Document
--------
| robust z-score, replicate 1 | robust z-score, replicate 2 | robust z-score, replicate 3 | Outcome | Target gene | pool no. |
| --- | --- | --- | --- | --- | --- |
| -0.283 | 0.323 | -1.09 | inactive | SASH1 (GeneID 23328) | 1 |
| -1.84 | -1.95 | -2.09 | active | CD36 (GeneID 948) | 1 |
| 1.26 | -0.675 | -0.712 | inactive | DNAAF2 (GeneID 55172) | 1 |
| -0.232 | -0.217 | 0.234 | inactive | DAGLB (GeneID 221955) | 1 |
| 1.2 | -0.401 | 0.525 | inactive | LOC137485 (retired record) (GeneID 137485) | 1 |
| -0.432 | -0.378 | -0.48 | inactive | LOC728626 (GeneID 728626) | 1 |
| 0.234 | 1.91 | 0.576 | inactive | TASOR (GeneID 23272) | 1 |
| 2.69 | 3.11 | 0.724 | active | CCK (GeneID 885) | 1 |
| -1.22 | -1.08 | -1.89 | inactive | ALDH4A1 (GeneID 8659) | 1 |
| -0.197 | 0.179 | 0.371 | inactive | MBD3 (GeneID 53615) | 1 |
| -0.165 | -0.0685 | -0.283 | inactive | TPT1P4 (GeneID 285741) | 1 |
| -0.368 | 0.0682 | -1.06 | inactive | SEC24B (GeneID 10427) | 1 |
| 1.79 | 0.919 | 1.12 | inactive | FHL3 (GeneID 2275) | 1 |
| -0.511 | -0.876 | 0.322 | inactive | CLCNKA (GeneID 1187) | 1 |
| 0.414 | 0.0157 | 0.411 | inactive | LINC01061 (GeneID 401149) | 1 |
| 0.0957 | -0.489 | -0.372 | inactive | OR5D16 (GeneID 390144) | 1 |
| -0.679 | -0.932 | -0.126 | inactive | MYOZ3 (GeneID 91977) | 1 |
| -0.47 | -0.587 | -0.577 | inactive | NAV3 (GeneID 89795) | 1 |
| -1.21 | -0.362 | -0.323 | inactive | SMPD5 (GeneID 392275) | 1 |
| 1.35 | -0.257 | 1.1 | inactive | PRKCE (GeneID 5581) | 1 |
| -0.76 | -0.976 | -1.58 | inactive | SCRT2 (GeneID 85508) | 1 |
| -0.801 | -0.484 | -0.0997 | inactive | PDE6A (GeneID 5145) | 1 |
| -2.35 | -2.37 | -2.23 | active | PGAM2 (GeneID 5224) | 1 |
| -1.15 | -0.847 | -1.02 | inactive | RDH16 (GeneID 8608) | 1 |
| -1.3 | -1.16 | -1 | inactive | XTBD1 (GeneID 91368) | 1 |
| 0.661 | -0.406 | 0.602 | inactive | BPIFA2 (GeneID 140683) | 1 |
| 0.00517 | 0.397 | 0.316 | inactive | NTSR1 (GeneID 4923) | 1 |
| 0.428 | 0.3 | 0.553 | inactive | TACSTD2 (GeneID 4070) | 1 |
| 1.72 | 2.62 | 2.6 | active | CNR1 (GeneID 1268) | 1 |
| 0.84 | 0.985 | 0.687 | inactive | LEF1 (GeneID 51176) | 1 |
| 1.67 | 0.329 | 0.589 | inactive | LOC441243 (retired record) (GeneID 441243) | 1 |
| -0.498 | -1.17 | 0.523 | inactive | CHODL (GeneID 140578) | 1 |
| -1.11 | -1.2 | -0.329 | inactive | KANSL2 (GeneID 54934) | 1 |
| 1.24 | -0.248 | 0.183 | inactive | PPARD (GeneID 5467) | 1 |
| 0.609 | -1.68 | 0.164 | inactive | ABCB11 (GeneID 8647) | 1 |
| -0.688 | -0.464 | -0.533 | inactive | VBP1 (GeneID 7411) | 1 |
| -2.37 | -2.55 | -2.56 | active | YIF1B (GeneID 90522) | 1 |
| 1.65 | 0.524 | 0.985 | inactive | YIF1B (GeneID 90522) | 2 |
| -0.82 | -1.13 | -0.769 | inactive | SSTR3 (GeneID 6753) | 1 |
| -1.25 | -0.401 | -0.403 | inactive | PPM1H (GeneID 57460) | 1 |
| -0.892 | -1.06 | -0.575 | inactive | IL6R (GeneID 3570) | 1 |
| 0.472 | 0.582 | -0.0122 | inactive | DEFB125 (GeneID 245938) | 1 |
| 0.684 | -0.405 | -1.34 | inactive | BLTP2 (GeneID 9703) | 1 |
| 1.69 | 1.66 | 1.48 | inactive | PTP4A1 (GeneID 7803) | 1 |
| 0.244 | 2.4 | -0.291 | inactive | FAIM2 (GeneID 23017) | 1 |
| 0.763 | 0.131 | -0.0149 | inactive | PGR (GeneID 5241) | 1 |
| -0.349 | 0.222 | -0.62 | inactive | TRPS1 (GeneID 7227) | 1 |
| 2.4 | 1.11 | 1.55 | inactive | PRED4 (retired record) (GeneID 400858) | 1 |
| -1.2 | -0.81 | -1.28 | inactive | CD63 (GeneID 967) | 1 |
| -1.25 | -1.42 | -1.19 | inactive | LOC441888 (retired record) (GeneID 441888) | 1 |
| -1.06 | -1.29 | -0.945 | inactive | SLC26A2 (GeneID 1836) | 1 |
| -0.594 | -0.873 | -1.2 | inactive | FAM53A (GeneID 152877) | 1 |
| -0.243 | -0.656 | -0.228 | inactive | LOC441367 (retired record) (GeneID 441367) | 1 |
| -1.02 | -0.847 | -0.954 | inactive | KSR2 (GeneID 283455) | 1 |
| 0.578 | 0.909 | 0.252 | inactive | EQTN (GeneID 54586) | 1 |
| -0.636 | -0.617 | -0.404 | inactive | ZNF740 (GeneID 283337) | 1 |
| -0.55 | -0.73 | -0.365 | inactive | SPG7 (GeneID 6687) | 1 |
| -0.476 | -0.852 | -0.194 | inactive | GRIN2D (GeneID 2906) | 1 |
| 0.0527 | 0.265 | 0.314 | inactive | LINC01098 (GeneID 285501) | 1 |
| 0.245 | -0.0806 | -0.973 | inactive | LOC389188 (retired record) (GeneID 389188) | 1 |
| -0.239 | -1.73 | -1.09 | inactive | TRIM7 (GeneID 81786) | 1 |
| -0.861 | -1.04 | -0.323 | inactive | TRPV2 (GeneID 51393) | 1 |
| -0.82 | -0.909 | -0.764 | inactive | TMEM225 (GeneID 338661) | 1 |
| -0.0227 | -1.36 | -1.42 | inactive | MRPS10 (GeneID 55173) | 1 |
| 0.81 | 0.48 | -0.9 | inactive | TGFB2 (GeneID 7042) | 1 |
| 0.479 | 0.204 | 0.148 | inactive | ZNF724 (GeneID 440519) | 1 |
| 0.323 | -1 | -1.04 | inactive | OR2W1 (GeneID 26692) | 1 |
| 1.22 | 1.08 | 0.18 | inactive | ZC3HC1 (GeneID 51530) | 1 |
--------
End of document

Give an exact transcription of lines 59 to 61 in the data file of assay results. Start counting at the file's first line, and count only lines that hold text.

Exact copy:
| -0.55 | -0.73 | -0.365 | inactive | SPG7 (GeneID 6687) | 1 |
| -0.476 | -0.852 | -0.194 | inactive | GRIN2D (GeneID 2906) | 1 |
| 0.0527 | 0.265 | 0.314 | inactive | LINC01098 (GeneID 285501) | 1 |